Interlachen was clearly a hang-around family club, with a bustling campus of kids bounding down the steps in bathing suits. Hazeltine National felt more like a dormant coliseum waiting for a bout. The property was sprawling—plenty of room for tents and merchandise pavilions—and the clubhouse was modern and handsome, if much quieter than the hallways of Interlachen. It was a national golf club (like Augusta, when you saw National in the name, that meant the club catered to a membership from beyond its own ZIP code), so it lacked the intimacy of Interlachen and Minikahda, but it had been built for hosting big events, and that it had. The Robert Trent Jones layout hosted a controversial US Open in 1970 after half the field didn’t break 80 on day one. Tony Jacklin eventually won it, and after the course was softened a bit, the Open came back in 1991, when Payne Stewart pulled off a playoff win. Nancy Lopez won a Women’s Open there as well, but the only tournament anyone was talking about when I arrived was the 2016 Ryder Cup. If Medinah downplayed its losing Ryder Cup, the opposite was going on at Hazeltine, where it seemed the champagne was still flowing.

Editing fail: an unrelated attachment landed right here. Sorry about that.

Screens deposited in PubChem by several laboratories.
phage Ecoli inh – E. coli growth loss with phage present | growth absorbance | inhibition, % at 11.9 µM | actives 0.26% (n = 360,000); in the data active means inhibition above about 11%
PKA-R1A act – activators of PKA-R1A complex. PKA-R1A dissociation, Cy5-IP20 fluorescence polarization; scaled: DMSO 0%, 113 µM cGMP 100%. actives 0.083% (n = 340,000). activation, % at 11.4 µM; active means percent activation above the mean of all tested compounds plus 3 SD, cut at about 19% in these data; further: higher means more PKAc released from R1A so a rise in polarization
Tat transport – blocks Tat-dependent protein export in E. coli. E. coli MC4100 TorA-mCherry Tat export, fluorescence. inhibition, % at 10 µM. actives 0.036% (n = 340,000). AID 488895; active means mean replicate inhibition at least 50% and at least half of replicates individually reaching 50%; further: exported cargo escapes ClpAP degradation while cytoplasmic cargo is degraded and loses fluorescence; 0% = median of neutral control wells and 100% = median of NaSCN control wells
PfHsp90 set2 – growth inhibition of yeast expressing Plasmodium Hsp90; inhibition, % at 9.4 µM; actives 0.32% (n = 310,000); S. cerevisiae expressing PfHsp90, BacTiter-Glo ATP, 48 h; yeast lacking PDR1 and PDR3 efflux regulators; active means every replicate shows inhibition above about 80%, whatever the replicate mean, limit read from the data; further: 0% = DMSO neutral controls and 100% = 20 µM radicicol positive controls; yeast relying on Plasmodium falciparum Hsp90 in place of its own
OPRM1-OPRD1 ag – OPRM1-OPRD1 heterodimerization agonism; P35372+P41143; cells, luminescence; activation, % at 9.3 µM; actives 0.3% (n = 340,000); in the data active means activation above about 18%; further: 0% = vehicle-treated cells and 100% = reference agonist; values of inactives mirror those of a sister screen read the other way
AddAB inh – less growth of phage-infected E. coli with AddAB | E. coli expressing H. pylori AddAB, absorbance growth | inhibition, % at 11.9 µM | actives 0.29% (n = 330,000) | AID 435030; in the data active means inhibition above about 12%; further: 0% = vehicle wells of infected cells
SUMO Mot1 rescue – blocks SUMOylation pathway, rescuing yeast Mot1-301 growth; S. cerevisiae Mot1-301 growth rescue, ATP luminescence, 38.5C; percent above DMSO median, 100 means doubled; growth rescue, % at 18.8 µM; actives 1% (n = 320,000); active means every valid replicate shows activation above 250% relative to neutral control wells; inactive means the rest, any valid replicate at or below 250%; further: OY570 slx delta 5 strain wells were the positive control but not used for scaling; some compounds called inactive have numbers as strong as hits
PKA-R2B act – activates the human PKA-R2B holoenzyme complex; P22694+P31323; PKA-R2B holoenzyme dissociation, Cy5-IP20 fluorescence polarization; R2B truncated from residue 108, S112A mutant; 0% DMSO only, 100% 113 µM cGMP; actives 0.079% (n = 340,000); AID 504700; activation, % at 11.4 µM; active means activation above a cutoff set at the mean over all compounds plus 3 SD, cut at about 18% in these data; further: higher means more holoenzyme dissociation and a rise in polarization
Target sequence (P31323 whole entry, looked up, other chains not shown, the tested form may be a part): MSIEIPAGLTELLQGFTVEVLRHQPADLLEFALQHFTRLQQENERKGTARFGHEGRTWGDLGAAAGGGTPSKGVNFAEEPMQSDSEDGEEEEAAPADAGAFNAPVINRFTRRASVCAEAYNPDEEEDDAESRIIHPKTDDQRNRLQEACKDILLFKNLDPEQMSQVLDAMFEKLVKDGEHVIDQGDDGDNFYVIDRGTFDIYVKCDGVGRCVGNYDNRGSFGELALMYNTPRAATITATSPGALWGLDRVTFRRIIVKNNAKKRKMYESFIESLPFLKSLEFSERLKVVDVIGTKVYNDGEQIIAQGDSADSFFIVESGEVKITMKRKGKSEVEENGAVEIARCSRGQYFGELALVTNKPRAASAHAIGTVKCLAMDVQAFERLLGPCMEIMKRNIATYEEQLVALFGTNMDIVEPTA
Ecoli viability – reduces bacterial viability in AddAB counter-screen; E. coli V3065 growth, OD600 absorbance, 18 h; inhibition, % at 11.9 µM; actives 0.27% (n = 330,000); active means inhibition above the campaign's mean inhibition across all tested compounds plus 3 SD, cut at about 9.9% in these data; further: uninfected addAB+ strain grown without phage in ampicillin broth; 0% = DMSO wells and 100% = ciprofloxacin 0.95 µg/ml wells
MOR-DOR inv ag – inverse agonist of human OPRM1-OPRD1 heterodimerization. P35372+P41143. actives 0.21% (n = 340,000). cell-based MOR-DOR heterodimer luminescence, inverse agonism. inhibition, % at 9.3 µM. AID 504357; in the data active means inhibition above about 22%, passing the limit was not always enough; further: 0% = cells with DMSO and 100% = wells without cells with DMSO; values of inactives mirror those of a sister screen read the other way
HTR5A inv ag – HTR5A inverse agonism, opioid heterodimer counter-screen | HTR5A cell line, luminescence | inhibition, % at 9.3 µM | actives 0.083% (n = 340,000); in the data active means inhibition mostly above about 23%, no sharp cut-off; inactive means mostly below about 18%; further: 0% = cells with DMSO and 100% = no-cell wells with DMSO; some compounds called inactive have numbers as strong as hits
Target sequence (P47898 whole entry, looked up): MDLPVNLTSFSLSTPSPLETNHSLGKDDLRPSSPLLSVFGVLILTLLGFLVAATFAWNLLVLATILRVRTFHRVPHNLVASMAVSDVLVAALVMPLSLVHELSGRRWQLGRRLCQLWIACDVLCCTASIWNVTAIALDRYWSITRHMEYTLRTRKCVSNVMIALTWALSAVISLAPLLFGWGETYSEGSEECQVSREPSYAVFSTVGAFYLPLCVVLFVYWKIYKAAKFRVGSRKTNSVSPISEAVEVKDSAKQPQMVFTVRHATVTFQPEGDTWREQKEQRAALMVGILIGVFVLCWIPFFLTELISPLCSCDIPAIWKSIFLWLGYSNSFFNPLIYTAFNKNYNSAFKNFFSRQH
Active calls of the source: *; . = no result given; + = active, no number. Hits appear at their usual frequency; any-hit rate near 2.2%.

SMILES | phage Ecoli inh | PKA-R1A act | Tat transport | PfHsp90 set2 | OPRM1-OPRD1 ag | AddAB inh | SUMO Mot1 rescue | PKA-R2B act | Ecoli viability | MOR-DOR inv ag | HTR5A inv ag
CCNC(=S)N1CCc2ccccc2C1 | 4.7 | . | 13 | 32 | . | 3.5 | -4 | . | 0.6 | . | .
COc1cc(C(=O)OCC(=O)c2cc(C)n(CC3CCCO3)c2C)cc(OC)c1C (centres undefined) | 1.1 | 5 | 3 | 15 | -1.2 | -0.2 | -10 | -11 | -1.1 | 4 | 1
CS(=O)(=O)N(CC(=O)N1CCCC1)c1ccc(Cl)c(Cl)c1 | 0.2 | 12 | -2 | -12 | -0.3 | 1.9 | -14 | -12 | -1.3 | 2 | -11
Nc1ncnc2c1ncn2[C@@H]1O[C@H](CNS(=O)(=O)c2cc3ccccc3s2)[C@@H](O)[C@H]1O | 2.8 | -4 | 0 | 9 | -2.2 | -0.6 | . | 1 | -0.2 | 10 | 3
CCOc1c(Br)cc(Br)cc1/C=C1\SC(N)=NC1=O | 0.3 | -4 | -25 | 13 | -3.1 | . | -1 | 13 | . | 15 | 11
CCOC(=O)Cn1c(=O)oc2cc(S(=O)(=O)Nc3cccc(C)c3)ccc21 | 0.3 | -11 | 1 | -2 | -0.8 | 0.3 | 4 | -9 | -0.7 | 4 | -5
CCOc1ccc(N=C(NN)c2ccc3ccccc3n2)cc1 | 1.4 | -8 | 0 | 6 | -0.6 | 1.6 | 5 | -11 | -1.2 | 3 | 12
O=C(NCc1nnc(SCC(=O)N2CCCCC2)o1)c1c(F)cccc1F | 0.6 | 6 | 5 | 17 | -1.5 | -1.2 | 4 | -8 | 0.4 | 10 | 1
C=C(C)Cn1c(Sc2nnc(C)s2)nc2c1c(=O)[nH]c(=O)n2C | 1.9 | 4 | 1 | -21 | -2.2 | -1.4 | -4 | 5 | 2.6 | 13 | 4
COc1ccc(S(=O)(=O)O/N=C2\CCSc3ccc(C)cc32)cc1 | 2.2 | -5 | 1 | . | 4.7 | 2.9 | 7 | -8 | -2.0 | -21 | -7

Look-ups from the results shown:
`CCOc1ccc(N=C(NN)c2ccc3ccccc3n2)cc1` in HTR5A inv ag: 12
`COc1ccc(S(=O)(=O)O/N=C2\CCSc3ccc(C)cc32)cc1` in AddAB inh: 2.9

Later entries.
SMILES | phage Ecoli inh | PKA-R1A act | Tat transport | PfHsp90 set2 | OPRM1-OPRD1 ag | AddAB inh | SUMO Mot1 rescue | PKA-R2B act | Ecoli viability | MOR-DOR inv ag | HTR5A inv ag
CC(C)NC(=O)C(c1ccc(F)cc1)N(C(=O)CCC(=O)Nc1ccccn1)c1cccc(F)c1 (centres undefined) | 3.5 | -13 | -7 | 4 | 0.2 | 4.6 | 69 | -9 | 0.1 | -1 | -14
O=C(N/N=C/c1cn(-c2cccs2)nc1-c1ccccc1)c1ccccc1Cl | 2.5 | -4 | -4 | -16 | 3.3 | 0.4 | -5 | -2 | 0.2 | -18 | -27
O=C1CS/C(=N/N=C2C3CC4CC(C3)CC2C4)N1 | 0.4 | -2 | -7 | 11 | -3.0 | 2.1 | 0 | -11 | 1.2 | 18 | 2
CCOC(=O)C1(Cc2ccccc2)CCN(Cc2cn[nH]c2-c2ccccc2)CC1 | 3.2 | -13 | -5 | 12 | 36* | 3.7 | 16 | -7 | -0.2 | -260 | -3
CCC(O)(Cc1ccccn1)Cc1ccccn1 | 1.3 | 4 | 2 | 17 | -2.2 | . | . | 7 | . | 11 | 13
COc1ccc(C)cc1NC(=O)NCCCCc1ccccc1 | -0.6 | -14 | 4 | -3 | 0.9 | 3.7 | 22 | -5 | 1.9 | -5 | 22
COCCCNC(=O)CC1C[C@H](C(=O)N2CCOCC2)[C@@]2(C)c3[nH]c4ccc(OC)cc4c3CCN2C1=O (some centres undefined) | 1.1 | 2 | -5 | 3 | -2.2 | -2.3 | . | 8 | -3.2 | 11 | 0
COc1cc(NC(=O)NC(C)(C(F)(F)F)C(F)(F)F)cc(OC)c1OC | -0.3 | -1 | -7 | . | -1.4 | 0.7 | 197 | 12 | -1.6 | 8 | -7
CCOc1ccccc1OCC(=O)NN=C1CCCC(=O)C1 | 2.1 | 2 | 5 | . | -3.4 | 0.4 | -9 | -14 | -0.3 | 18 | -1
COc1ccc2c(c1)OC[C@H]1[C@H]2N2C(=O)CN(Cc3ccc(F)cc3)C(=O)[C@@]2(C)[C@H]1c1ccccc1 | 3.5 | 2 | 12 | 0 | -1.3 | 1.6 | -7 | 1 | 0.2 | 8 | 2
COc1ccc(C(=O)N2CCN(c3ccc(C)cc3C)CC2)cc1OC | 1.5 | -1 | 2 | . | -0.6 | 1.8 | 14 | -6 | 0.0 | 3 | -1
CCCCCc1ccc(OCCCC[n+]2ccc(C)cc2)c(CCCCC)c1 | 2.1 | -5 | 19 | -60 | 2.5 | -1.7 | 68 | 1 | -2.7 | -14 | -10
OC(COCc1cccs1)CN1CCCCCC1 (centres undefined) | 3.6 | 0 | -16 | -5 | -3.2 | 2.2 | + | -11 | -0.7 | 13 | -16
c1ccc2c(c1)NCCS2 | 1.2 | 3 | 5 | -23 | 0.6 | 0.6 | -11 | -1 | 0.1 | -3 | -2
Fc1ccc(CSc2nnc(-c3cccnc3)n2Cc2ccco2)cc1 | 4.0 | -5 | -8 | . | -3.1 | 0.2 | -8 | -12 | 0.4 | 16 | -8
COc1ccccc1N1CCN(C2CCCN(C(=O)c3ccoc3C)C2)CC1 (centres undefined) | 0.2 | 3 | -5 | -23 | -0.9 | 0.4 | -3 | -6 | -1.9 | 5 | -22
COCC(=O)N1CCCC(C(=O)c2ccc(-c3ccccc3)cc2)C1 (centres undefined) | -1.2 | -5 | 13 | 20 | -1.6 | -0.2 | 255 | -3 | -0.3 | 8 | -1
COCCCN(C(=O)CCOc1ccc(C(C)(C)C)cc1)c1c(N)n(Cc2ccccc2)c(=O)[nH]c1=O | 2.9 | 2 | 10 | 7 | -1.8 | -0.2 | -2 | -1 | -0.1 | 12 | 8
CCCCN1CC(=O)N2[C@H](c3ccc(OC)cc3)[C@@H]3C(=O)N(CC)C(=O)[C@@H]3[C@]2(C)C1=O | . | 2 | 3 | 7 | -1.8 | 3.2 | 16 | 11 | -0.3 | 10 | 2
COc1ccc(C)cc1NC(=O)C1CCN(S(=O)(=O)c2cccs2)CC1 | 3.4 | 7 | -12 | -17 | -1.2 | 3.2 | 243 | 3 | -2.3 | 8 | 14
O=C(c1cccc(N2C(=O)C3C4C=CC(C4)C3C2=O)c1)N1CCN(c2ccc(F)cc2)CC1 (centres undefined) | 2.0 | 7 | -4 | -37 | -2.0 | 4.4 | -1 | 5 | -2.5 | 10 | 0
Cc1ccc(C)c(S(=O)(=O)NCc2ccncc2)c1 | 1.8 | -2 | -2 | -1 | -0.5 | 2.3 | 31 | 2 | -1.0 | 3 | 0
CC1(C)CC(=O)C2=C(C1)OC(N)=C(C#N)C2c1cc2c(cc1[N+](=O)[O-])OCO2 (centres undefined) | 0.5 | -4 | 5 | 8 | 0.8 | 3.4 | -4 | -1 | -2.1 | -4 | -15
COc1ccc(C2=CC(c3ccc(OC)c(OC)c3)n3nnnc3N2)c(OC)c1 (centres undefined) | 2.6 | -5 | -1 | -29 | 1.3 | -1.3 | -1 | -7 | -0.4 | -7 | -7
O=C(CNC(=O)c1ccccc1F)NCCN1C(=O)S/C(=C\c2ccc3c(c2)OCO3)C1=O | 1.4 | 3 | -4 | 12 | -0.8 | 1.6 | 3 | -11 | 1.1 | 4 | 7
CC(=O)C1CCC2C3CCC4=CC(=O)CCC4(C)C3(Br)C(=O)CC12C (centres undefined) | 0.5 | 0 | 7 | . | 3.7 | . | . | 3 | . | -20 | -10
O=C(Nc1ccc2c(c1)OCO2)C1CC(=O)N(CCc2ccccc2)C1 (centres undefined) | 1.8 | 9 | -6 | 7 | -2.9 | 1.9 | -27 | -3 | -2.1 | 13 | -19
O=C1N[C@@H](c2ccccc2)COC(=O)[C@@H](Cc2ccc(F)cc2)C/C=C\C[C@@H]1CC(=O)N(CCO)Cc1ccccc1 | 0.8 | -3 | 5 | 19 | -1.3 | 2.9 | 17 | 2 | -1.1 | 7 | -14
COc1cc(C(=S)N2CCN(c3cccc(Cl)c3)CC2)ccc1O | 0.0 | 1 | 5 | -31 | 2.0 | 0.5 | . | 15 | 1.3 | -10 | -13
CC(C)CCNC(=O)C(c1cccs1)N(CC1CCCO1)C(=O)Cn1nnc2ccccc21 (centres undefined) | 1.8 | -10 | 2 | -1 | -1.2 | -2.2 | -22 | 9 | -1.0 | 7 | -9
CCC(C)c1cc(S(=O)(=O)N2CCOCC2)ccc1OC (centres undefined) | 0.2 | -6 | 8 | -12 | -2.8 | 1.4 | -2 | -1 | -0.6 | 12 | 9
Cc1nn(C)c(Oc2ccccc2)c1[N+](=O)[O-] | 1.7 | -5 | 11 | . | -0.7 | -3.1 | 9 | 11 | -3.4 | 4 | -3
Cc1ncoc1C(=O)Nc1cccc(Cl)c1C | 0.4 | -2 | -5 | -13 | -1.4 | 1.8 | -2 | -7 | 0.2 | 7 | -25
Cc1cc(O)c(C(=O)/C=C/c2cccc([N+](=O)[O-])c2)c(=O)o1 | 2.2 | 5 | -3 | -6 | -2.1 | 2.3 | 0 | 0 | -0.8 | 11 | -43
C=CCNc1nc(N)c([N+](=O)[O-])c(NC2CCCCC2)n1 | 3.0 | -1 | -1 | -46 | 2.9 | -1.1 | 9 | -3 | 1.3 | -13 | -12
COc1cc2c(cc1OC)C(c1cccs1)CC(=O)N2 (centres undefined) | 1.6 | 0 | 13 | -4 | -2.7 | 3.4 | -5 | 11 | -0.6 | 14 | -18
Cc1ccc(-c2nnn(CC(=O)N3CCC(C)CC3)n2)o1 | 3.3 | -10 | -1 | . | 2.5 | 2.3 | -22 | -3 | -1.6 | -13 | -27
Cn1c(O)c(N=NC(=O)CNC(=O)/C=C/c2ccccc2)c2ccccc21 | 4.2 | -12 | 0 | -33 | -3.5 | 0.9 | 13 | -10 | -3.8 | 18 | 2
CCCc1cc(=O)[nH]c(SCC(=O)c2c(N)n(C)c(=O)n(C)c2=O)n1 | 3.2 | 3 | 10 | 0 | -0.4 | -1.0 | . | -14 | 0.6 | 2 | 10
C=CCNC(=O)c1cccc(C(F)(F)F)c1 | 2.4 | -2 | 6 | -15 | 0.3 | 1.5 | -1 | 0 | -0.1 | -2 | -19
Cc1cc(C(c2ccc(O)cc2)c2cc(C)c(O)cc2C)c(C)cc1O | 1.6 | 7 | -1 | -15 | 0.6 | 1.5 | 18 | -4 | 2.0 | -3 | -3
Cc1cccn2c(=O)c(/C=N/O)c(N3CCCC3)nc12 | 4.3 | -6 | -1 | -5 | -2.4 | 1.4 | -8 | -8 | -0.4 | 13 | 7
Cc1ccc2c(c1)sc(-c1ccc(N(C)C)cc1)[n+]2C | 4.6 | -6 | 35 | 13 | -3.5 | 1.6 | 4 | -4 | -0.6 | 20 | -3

Hazeltine was the only US Open venue on my itinerary where I didn’t have to worry if I had another poster to gift in my trunk. Chandler, the head pro, was an old friend from his days in Philadelphia as an assistant at Merion, and he had hand-drawn the poster for me that winter, painstakingly sketching each club logo and lettering the names and scores of every winner. He already had a copy in his office, though it was hard to see in a room of twenty-foot ceilings where all four walls were covered with a wallpapered photograph of the first tee at the Ryder Cup. The course went ahead and crushed me, but I hardly noticed the hurt. I was too busy listening to Chandler tell me stories of American victory, where captain Davis Love gave Hazeltine’s head pro rare access to the team.
Love was Chandler’s golfing idol; he’d gotten into the golf business because of him, and carried himself with the same quiet class as his hero. When Davis was announced as the 2016 captain, Chandler hoped he’d have a chance to bring something to the table for Davis’s team, so he spent the long Minnesota winter rewatching every recent Ryder Cup and taking careful notes. When Davis came out for a scouting round the year before the Cup, Chandler joined him, and when they reached the long par-five third hole, Davis mentioned that there was no way they’d be using the back tee in the matches. Chandler saw his chance.
“Why wouldn’t you play it back?” he said.